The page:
At para 62 the Court referred to “the submissions of Mr Quinlan who has essentially said that the judge was in the best position to have judged the applicant; that he had been right to take into account his age and the fact that these offences were committed such a long time ago; and the fact that the applicant no longer posed a risk to children.”

An advocate who appears in the Court of Appeal will very often find themselves on the end of the mantra ‘the trial Judge heard the case, they’re in the best place to know’ when an appeal is being dismissed. Sometimes this is fair enough (Judges get things wrong after all), but here no explanation has been given as to what it was about this case that meant the usual rule did not apply. This is all the more significant given that the sentence was passed after a trial where the Judge would have had plenty of opportunity to assess Mr Ovenden.

(4) Consecutive sentences

Judges frequently pass consecutive sentences. Issues can be raised where consecutive sentences take the total sentence over the maximum for any individual offending (as the Court of Appeal did here).

The cases of Ralphs [2009] EWCA Crim 2555 and H [2011] EWCA Crim 2753 are good on this. In the latter the Court said (para 127) “We are unpersuaded that it is appropriate for consecutive terms of imprisonment to be imposed as a way of compensating for what the court believes to be an inadequacy in its sentencing powers” (in fairness, before doing just that).

In Mr Ovenden’s case there were legitimate reasons for making some of the sentences consecutive. Nonetheless, has the Court in his case fallen into this trap?

This case shows some of the problems of sentencing historic offences. In reality, had Mr Ovenden been tried and convicted of those offences at the time then he would probably have been fined for all of them apart from Count 7 (and possibly Count 8 with a harsh judge). Even then, if this had been 1984 rather than 2014 if he had gone to prison, it would have been for less than two years in total. Given that the maximum sentences for some of these offences were so woefully inadequate, it is very easy to pass a sentence too high. It would have been helpful for the Court of Appeal to have given some more of their reasoning behind their decision.

(5) Double jeopardy

In this judgment, (as in Hall and Wilson) there is again no reference to double jeopardy which is a surprising admission. It may be that double jeopardy is going out of fashion, but if this is so, it should be stated clearly.


The behaviour of Mr Ovenden was disgraceful. On the verdict of the jury he was guilty of serious sexual offending. But that does not relieve us, as a society, of doing him justice. Justice here (as in all cases) means not just that he is punished for his offending, but he is punished justly – he gets no less certainly, but also no more, than the law states is the right sentence.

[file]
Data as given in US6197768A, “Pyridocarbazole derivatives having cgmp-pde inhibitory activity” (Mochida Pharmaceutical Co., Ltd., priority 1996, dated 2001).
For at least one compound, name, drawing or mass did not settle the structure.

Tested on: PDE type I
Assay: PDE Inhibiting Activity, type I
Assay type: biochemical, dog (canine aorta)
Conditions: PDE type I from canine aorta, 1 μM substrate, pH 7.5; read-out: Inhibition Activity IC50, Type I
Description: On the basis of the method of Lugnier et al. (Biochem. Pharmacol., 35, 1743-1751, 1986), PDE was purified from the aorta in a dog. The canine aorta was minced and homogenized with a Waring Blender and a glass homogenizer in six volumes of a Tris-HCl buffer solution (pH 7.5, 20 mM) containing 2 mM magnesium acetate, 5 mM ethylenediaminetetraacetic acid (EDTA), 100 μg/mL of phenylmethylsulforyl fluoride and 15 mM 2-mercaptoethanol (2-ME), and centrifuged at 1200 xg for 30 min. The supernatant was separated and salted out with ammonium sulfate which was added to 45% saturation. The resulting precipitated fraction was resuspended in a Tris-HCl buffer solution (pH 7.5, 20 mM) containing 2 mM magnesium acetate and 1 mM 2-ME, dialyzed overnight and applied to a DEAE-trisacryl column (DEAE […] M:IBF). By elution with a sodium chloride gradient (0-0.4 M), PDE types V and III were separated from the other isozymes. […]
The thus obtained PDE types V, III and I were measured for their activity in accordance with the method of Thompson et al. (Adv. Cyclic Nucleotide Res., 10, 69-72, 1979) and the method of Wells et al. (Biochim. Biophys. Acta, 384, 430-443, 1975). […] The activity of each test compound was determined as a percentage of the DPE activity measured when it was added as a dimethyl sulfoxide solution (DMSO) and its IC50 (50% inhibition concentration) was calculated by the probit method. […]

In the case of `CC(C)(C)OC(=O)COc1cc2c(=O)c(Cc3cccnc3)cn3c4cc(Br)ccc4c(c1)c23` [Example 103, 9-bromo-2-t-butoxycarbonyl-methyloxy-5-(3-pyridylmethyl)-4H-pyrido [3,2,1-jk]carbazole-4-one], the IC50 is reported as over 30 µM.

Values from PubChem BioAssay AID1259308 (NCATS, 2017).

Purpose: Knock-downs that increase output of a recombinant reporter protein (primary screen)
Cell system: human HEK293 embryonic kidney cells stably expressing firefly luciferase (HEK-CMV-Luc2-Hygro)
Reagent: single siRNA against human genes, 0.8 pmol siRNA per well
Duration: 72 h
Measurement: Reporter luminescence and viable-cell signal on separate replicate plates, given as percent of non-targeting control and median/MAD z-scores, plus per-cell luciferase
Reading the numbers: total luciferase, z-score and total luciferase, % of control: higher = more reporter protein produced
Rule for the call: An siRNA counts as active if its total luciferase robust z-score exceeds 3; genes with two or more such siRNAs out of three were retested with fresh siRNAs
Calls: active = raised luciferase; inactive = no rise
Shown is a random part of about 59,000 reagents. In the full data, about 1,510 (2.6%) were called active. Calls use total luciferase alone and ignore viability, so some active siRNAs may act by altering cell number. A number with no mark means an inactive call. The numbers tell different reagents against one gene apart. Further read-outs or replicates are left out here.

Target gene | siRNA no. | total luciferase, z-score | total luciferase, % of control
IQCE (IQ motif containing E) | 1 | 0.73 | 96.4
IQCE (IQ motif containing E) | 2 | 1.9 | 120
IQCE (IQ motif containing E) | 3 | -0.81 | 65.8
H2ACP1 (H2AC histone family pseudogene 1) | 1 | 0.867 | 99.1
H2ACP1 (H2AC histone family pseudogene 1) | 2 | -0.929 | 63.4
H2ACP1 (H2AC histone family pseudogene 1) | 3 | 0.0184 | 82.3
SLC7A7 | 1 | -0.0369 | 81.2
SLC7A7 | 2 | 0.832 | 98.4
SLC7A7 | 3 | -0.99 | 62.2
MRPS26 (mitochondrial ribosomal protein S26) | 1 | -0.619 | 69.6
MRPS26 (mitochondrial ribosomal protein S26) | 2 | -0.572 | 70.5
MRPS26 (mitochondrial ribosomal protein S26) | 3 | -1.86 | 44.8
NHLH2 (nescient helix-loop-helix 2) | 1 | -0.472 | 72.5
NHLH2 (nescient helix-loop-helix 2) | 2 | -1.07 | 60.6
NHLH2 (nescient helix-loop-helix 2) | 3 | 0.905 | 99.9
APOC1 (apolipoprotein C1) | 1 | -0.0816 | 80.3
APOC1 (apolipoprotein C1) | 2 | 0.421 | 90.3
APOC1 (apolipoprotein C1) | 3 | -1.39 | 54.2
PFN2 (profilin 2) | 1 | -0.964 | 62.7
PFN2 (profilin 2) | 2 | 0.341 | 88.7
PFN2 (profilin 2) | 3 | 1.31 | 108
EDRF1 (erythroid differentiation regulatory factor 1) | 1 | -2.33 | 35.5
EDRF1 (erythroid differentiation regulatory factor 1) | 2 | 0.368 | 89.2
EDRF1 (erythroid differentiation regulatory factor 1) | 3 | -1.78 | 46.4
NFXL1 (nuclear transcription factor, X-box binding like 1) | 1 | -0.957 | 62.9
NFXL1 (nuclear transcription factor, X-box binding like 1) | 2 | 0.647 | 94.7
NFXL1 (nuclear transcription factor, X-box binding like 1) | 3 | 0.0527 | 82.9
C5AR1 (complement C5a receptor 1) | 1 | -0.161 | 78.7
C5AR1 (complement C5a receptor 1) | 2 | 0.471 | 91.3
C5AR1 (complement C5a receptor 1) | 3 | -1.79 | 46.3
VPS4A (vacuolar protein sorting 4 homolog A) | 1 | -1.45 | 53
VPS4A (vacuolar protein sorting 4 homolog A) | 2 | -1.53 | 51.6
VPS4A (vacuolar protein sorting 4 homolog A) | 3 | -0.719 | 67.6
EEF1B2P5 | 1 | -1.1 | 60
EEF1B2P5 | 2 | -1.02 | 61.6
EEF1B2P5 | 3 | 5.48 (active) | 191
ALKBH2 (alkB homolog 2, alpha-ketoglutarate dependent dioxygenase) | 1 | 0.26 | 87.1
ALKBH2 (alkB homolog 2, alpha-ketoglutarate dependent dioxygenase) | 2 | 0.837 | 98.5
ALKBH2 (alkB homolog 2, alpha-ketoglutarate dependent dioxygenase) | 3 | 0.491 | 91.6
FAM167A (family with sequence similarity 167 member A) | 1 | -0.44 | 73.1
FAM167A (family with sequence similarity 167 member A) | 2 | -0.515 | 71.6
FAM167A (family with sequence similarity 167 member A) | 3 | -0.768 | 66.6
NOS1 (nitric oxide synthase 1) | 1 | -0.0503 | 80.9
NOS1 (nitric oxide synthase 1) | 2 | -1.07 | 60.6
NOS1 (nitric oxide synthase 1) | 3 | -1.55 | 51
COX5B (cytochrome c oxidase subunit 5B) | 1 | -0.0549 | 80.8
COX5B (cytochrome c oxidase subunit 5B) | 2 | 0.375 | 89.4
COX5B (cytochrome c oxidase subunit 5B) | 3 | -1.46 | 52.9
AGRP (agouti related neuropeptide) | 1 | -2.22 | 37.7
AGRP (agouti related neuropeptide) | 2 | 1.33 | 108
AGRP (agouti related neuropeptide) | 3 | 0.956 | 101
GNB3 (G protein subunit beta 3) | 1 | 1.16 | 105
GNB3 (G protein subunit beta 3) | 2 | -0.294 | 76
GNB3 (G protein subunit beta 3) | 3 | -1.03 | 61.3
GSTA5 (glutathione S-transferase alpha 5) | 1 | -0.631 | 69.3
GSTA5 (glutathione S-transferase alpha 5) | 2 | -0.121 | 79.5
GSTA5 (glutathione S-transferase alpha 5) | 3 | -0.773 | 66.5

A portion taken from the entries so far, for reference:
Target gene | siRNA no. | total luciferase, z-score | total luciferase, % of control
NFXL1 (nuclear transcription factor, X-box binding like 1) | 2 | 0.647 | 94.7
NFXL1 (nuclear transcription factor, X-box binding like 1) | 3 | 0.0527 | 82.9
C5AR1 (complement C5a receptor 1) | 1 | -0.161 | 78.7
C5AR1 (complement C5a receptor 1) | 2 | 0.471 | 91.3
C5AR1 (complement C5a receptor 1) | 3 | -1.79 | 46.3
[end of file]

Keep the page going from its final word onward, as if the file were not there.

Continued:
Here, the Court of Appeal have said that the experienced Judge (HHJ Cottle has been a Crown Court Judge since 1993) got it wrong on a massive scale. After double jeopardy this would suggest the least possible sentence the Judge could have passed was about 2 years 9 months – nearly three times longer than was originally given (and immediate rather than suspended).

Of course there are cases where something goes wrong and when the Court of Appeal needs to step in (if anything, many people think that they are too shy of interfering), but when this happens everyone involved (and everyone who may be involved in future cases) is entitled to know what went wrong and why. Here, we are left at a real loss as to the reasoning of the Court on several key issues. It may be that this was all addressed in the written submissions and the arguments, but if that is correct then it is all the more reason for publishing these.


A copper’s view of a typical Friday night – Part III

(c) Flickr / Lee J Haywood

(c) Flickr / Lee J Haywood

It’s now 11:45pm and I have a decision to make.  Before my shift finishes at 7am tomorrow morning I have to complete all of the paperwork for the prosecution of my prisoner and get a copy of the CCTV from the camera control room.  He won’t be ready to charge until about 5:30 or 6 which means I have plenty of time to complete it but it is a Friday night and I can’t spend my whole night dealing with something as minor as a drunk and disorderly case so I am going to have to manage my time well as I would need exceptional circumstances to claim overtime for dealing with this.

We grab a quick cup of tea and head back into the town centre.  The pubs have just kicked out and along with the rest of my shift we try to keep an eye on the taxi queues, nightclub queues and everyone else just milling around trying to decide what to do.  We are lucky in that the town centre is covered by CCTV with operators who are really on the ball.  They call us in on any trouble brewing and usually just the sight of the uniform is enough to settle things down.

In some larger towns, the Council along with the pubs and clubs pay for “Taxi Marshalls” but we are not so lucky.  Taxi Marshalls are usually made up of private security staff (door staff) and Police Community Support Officers (PCSOs) and Police Officers who are working overtime.  These Marshalls keep an eye on taxi queues and the surrounding area in an attempt to prevent fights from occurring.

For a Friday night, things are relatively quiet, there are a couple of arrests for possession of drugs and drunk and disorderly but not as many as usual for a Friday night.